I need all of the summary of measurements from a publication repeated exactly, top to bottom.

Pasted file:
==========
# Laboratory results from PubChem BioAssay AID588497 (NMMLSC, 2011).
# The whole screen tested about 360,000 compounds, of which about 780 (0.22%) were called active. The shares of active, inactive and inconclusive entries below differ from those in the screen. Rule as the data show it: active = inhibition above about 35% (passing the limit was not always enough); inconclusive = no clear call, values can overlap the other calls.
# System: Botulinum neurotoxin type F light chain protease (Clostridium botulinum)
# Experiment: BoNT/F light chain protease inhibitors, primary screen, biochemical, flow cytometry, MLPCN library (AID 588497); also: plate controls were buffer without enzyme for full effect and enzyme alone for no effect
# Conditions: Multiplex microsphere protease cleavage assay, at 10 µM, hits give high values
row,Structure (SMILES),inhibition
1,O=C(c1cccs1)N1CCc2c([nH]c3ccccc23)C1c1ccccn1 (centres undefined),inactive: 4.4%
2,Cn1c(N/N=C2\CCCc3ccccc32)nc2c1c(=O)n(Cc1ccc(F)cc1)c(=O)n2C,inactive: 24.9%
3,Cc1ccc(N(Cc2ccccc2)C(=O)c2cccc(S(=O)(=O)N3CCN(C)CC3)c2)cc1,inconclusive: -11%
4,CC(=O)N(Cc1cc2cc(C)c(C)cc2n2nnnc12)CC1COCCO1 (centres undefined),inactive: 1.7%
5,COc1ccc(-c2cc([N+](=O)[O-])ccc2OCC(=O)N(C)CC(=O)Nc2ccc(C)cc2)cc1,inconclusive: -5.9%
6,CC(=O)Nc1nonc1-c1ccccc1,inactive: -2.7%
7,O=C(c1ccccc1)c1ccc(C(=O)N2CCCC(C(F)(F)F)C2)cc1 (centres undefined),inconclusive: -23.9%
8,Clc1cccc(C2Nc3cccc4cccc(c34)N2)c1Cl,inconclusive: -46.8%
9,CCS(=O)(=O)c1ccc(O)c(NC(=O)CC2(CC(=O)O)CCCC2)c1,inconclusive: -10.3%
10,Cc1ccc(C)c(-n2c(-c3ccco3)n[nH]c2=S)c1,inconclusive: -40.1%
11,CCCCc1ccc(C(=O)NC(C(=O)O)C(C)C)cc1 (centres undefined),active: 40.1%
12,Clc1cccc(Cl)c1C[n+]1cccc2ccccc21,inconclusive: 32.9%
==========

# Laboratory results from PubChem BioAssay AID588497 (NMMLSC, 2011).
# The whole screen tested about 360,000 compounds, of which about 780 (0.22%) were called active. The shares of active, inactive and inconclusive entries below differ from those in the screen. Rule as the data show it: active = inhibition above about 35% (passing the limit was not always enough); inconclusive = no clear call, values can overlap the other calls.
# System: Botulinum neurotoxin type F light chain protease (Clostridium botulinum)
# Experiment: BoNT/F light chain protease inhibitors, primary screen, biochemical, flow cytometry, MLPCN library (AID 588497); also: plate controls were buffer without enzyme for full effect and enzyme alone for no effect
# Conditions: Multiplex microsphere protease cleavage assay, at 10 µM, hits give high values
row,Structure (SMILES),inhibition
1,O=C(c1cccs1)N1CCc2c([nH]c3ccccc23)C1c1ccccn1 (centres undefined),inactive: 4.4%
2,Cn1c(N/N=C2\CCCc3ccccc32)nc2c1c(=O)n(Cc1ccc(F)cc1)c(=O)n2C,inactive: 24.9%
3,Cc1ccc(N(Cc2ccccc2)C(=O)c2cccc(S(=O)(=O)N3CCN(C)CC3)c2)cc1,inconclusive: -11%
4,CC(=O)N(Cc1cc2cc(C)c(C)cc2n2nnnc12)CC1COCCO1 (centres undefined),inactive: 1.7%
5,COc1ccc(-c2cc([N+](=O)[O-])ccc2OCC(=O)N(C)CC(=O)Nc2ccc(C)cc2)cc1,inconclusive: -5.9%
6,CC(=O)Nc1nonc1-c1ccccc1,inactive: -2.7%
7,O=C(c1ccccc1)c1ccc(C(=O)N2CCCC(C(F)(F)F)C2)cc1 (centres undefined),inconclusive: -23.9%
8,Clc1cccc(C2Nc3cccc4cccc(c34)N2)c1Cl,inconclusive: -46.8%
9,CCS(=O)(=O)c1ccc(O)c(NC(=O)CC2(CC(=O)O)CCCC2)c1,inconclusive: -10.3%
10,Cc1ccc(C)c(-n2c(-c3ccco3)n[nH]c2=S)c1,inconclusive: -40.1%
11,CCCCc1ccc(C(=O)NC(C(=O)O)C(C)C)cc1 (centres undefined),active: 40.1%
12,Clc1cccc(Cl)c1C[n+]1cccc2ccccc21,inconclusive: 32.9%